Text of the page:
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The houses in this lane are worth your notice as well, although they are not as immediately eye-catching as the baroque shophouses on Taiwan's old streets. Lovely details such as attractively painted window screens, unique bannisters on balconies, plants that give the lane some leafy atmosphere and generally just a quiet neighborhood feel make this area very pleasant. Being extremely close to the MRT, this is the sort of place I'd love to buy someday and renovate with original features intact. Sadly, though these sorts of homes look normal, they're extremely expensive now, well out of my budget (especially considering the sorts of renovations I'd want to do to make the home modern and comfortable but period-appropriate).

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Then we went looking for a few more old houses that were said to still exist on Datong Street nearby. What we found instead was a kind of neighborhood junkyard, and the locals there informed us that the buildings had been torn down some time ago. There was one left in bad condition off to the side, but was basically just a backdrop to heaps of junk at that point. It's a shame, as Beitou could probably bring in more visitors - the kind who are actually interested in local history - if it kept and maintained these sorts of buildings.

Next door, we came across an old temple not on our list, the Chen Family Ancestral Hall (陳氏祠堂, also findable on Google Maps), across the street from the adorable-looking Slipper Cafe. The hall itself is fronted by an attractive old gate, but then you have to pass through a shaded car park. The ancestral worship areas are at the back, behind a locked gate which is surrounded by piles of junk, and near the car park is a place to eat that has a sign extolling the importance of protecting the environment.

Someone from the Chen family, or perhaps just a local uncle hanging out, let us in. The tablets themselves are backed by a pretty cool hand-painted dragon - yes, we asked permission before photographing it. 

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There are also some lovely old paintings on wooden sideboards and an atmospherically neglected shrine to the right.

It's not a place to go out of your way to visit by any means, but it makes for a pleasant stop on a relaxed city walking day if you happen to pass by. Which, to be honest, is the case with most temples, shrines and ancestral halls.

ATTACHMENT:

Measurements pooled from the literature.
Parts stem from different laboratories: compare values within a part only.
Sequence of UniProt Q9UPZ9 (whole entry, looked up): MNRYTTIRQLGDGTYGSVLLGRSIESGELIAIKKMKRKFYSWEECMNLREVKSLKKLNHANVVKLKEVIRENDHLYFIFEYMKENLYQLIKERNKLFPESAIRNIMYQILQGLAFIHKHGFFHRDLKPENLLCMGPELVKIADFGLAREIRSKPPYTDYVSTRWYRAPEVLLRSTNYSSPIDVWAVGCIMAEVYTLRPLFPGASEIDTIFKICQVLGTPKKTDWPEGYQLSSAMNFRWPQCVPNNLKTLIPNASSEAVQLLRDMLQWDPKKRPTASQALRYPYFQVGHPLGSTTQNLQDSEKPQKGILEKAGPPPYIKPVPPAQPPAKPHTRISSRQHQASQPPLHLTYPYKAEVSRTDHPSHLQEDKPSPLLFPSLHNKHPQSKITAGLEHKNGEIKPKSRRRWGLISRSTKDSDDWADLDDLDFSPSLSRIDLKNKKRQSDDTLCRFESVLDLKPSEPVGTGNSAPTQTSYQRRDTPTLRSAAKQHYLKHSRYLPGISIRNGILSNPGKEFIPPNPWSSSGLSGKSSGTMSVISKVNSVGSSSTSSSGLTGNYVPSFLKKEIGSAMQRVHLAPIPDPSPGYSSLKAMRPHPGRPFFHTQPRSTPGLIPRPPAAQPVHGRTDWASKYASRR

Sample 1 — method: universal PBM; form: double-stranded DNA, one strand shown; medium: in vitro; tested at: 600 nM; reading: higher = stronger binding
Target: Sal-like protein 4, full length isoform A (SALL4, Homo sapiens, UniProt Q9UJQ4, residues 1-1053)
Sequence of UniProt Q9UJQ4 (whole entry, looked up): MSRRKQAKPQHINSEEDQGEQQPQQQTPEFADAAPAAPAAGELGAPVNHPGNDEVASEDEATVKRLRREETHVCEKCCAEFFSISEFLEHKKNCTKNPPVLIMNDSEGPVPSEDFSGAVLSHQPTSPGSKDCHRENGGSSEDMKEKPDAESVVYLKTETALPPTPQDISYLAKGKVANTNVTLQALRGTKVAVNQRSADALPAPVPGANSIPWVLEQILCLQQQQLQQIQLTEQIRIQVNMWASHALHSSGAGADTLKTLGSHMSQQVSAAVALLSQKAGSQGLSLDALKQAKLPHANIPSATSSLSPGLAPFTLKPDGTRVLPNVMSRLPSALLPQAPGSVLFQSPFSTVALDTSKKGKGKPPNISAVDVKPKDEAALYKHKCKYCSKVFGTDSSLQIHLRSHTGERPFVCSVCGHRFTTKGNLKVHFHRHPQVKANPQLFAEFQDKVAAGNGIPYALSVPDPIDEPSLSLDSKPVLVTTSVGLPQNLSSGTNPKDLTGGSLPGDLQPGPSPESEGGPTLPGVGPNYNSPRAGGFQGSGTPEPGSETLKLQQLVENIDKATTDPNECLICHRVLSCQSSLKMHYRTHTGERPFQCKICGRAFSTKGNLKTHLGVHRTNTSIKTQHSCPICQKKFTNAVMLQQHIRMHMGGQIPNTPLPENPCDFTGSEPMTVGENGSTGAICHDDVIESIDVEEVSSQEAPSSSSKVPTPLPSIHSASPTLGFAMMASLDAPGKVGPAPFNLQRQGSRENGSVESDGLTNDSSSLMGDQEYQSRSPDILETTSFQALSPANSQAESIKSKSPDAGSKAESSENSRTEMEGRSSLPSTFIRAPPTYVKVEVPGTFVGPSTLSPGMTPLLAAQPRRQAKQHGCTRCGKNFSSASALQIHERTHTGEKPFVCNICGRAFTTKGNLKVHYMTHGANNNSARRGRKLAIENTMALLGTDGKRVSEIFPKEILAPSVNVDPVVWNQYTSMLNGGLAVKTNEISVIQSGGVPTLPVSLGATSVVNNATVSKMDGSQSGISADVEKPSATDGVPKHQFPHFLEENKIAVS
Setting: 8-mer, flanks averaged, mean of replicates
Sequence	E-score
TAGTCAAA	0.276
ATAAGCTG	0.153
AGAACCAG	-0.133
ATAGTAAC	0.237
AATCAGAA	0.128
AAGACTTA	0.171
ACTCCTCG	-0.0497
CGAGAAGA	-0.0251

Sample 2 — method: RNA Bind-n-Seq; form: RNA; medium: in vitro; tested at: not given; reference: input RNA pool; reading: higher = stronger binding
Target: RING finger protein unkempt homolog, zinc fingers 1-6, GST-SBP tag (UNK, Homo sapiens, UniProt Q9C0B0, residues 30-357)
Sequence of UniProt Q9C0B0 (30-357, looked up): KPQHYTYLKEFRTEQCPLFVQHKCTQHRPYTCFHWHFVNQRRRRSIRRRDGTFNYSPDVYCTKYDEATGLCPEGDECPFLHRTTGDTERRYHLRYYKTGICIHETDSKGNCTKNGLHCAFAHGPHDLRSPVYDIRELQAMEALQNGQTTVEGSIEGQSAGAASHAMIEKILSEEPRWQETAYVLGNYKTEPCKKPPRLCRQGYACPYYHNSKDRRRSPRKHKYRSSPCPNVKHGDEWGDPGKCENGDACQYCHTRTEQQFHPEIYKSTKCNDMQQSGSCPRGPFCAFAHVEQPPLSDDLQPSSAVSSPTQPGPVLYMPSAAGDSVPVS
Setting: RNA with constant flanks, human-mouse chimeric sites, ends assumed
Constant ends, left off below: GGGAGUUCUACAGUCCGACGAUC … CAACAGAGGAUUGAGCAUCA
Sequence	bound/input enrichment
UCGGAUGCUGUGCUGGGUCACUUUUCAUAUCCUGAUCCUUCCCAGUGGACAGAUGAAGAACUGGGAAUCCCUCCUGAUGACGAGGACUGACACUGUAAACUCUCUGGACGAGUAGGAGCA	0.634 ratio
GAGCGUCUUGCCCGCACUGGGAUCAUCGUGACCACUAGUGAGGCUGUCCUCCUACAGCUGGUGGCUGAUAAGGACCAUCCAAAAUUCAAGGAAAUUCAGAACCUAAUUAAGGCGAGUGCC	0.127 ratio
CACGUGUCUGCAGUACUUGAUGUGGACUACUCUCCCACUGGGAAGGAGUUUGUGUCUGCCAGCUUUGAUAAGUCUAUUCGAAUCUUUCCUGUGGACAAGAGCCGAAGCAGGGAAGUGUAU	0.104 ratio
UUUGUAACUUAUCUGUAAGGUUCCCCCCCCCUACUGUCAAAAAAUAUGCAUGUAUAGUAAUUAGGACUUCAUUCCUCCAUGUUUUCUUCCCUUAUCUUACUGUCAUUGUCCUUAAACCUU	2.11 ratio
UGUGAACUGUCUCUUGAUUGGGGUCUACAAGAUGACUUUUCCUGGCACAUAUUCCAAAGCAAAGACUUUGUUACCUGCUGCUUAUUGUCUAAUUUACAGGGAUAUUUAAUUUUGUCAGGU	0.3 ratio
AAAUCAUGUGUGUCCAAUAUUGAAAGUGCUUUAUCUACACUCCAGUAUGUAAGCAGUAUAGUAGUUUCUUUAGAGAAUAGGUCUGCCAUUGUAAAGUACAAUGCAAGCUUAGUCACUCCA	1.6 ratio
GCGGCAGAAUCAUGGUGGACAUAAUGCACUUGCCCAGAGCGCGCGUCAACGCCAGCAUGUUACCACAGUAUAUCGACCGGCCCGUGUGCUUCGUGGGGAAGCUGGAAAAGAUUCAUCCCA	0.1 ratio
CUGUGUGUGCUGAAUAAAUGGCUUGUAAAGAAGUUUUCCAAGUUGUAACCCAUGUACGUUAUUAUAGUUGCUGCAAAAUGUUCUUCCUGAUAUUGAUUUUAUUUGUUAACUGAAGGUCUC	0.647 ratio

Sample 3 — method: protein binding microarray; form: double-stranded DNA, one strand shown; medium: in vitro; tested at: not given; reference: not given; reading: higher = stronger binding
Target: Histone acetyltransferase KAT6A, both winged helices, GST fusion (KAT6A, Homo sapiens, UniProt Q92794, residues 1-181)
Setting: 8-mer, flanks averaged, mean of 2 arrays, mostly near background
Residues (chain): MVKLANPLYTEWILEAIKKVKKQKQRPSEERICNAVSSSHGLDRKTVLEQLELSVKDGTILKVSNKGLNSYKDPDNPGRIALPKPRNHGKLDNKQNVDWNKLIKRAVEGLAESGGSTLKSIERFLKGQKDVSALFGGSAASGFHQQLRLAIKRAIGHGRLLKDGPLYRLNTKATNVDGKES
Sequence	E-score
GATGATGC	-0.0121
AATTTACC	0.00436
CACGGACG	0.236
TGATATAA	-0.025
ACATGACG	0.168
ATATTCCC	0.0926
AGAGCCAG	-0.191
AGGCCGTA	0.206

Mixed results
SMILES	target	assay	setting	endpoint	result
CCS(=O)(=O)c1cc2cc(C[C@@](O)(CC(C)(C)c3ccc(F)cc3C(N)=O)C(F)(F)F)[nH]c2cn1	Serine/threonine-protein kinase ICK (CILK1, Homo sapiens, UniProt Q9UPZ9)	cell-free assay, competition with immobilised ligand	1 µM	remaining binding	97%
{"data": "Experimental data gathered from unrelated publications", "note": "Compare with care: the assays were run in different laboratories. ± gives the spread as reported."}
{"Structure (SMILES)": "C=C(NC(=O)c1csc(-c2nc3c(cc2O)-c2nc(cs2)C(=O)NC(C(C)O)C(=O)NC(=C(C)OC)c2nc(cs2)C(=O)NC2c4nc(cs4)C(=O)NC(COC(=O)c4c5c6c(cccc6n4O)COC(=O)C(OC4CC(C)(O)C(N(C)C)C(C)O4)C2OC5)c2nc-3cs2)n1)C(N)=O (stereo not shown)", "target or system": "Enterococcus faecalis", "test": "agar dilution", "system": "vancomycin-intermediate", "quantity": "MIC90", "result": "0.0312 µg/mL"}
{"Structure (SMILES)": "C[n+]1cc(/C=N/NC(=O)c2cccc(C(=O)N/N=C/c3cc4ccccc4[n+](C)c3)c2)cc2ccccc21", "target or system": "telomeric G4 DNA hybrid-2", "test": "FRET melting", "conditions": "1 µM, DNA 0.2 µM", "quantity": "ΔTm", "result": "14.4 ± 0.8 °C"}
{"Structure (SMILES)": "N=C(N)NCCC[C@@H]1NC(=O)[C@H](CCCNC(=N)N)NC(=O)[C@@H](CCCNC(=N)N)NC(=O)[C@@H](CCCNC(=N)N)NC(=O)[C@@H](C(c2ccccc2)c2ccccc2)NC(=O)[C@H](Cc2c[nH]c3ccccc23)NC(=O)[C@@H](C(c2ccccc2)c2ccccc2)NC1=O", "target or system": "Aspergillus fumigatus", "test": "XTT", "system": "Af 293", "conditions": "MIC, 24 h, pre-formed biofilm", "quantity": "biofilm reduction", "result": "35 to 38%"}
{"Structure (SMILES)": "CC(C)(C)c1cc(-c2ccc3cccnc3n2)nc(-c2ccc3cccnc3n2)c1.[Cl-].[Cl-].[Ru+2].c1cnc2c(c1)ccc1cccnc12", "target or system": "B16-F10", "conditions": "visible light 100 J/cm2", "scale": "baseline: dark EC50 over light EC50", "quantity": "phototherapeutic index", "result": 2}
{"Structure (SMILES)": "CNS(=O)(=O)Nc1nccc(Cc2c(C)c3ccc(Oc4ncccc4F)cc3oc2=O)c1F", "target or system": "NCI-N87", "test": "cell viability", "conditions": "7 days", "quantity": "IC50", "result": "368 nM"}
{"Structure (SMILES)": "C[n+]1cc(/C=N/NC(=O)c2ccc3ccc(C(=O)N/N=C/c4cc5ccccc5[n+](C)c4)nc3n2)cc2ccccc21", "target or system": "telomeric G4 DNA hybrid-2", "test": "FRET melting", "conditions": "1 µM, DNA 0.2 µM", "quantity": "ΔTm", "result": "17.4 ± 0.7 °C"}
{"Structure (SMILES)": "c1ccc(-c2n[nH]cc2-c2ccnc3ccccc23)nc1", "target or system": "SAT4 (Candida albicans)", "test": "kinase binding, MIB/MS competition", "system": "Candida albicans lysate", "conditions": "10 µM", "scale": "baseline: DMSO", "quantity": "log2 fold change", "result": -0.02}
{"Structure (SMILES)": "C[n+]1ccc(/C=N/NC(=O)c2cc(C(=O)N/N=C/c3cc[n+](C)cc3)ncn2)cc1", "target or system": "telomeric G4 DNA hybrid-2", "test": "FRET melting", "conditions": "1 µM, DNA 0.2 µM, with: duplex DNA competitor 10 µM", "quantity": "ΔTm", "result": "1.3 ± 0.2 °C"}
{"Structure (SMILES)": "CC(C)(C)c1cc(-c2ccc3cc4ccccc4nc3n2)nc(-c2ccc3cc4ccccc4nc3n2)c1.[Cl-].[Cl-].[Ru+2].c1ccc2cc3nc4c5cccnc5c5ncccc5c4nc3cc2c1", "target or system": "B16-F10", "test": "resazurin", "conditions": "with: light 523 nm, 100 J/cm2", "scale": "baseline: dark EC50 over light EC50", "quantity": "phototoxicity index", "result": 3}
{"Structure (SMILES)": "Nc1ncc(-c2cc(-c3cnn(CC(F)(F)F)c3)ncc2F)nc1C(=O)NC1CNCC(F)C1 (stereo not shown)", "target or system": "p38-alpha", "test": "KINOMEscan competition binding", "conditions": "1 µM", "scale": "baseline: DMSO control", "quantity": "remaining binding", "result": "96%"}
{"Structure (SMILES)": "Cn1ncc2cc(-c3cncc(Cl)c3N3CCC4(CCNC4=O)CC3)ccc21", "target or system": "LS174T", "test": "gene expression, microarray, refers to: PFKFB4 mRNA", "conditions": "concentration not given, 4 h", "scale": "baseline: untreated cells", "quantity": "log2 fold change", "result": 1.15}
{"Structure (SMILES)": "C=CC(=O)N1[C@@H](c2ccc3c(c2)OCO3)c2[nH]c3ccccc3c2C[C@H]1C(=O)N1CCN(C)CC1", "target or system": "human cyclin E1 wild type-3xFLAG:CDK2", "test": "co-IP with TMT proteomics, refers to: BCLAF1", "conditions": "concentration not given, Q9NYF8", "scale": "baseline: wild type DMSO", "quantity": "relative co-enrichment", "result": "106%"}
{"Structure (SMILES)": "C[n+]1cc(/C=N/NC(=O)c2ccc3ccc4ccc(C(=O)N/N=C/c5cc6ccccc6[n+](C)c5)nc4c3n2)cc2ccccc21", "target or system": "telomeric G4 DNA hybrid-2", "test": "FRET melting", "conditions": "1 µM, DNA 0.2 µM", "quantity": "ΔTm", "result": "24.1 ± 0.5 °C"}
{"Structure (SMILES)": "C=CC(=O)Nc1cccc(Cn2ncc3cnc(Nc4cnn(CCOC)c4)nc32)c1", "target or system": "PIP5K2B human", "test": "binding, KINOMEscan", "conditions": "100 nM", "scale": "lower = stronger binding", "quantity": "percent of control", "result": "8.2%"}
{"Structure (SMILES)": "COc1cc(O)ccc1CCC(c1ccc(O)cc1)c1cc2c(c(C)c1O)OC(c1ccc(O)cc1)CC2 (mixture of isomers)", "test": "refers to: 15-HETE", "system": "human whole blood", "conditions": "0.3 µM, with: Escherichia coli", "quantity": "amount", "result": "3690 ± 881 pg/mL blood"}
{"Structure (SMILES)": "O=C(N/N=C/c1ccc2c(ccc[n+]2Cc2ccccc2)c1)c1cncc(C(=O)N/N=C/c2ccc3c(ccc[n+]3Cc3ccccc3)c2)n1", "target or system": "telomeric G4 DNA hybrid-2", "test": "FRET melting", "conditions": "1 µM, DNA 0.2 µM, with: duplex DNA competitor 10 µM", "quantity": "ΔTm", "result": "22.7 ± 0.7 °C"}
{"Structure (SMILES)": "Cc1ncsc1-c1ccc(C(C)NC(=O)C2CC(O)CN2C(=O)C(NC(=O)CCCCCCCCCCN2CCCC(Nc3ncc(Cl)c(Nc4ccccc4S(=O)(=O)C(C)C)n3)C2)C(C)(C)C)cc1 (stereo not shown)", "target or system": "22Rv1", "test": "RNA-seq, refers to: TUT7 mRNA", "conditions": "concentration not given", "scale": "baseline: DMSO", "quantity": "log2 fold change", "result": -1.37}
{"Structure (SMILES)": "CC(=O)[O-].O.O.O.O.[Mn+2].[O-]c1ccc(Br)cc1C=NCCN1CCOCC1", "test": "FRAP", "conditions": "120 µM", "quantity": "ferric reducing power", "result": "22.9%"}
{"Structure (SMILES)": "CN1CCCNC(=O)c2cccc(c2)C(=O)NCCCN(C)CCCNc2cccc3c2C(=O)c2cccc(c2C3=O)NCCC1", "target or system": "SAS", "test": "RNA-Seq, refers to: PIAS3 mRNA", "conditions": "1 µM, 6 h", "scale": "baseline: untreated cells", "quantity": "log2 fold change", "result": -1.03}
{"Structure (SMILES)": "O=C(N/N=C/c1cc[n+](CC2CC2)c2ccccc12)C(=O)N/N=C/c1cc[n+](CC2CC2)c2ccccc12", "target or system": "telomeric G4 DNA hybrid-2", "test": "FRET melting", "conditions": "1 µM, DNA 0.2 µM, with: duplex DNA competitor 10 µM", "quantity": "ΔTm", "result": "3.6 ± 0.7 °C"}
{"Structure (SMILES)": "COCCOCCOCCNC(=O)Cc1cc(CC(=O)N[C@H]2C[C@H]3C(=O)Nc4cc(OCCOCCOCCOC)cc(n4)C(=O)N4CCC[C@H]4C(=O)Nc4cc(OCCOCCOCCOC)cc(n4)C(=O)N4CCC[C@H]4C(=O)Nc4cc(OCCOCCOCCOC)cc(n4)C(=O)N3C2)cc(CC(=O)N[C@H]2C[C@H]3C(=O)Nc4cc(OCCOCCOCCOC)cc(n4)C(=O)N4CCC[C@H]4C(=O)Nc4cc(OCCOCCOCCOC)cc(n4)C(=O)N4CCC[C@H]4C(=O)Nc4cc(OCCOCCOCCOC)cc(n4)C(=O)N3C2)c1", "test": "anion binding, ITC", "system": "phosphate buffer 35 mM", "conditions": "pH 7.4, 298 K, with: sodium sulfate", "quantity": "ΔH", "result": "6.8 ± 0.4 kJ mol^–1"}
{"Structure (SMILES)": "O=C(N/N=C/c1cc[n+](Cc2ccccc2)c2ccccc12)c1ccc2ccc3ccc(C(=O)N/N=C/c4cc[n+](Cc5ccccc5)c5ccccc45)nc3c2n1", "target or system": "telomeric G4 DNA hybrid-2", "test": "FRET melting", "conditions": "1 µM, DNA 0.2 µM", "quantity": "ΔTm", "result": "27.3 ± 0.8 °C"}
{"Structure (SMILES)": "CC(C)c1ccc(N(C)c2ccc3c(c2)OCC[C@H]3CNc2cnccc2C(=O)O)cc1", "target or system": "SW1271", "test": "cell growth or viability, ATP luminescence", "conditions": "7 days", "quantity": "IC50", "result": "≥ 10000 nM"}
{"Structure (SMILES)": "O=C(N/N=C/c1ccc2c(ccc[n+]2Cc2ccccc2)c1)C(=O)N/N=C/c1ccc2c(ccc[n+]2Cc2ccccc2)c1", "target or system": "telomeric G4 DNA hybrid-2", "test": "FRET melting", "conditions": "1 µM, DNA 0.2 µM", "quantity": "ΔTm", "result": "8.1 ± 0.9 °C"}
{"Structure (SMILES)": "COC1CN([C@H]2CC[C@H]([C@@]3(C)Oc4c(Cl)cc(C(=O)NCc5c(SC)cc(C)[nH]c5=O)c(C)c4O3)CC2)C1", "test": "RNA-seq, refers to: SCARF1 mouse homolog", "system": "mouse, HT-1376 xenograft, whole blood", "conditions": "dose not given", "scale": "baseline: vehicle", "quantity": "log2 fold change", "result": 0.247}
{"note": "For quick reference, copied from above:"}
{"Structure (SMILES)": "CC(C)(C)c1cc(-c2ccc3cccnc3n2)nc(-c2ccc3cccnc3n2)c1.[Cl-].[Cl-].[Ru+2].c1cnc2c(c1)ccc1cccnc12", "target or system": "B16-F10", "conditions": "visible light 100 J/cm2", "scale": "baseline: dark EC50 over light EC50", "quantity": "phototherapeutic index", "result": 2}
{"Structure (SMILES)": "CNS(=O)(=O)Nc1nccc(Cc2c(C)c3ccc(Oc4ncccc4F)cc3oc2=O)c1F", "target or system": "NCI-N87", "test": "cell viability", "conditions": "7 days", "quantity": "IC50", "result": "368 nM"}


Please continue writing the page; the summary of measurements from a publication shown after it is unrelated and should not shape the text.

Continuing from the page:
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We then walked up to Beitou Market, which is a bit loud and disorganized but has a few places to eat and at least one tea vendor selling lemon pineapple tea with chunks of pineapple (which was far too sweet but also delicious). There's also a guy selling Oreo and Rocher wheel cakes. Near the market, on Guangming Road very close to the MRT (you can see the station down the road) you'll also pass a few old shophouses from what I guess was once the main market street, which have been taken over by a Cosmed. 


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On one hand, I'm happy that these old structures are continuing to be used (and not necessarily turned into yet another tacky tourist shop, not that tourists come to this part of Beitou, as they usually head up the mountain instead). On the other, that is one hell of an ugly sign. 

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Near Beitou Market is the Beitou Presbyterian Church (長老教會北投教堂), built in 1912 and designed by William Gauld. It's the only surviving 20th-century church designed by Gauld, and its congregation was initially mostly local plains indigenous. It has brick and cement buttresses to protect against earthquakes, but there's no easy way to get in if it's closed (the gate, however, seems to be left open most of the time so you can walk right up to it). 

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One thing we missed was the old Beitou Granary on Datong Street, not far from the Chen Family Ancestral Hall, simply because I hadn't known it was there until I researched our route a little bit after our walk. Built in the 1930s, it was (as you might guess) a grain distribution center during the Japanese era. Apparently the original wooden roof and the old rice mill are still extant. I guess I'll have to return to check it out.

We then set out for one of the last remaining two-story traditional houses in Taipei, which is down a lane off Qingjiang Road (I believe Lane 113).

The lanes in this area are highly atmospheric and worth a walk on their own, before you get to a dirt path through a small urban farm, past a few old brick houses - some in very poor condition - and one that is still lived in. The main road itself is a bit more hectic but I did appreciate the creepy mannequins in one store.

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In this area you can see a lot of structures that were clearly once Japanese-era shophouses but which have been tiled over. While the tile is ugly, I'm happy the structures have survived. I do hope someday the aesthetic trend of removing tiles and refurbishing original exteriors will become more popular (the equivalent of tearing up '80s shag carpet to find hardwood floors underneath).

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They do have a cute dog though.

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Unfortunately, the house itself was not accessible. There was no clear way in, and the path was blocked by another old house with a guardrail around it that was clearly intended to keep trespassers off. This is a section of wall from the outside. At least the slightly overgrown garden area made the whole place very atmospheric in the late afternoon.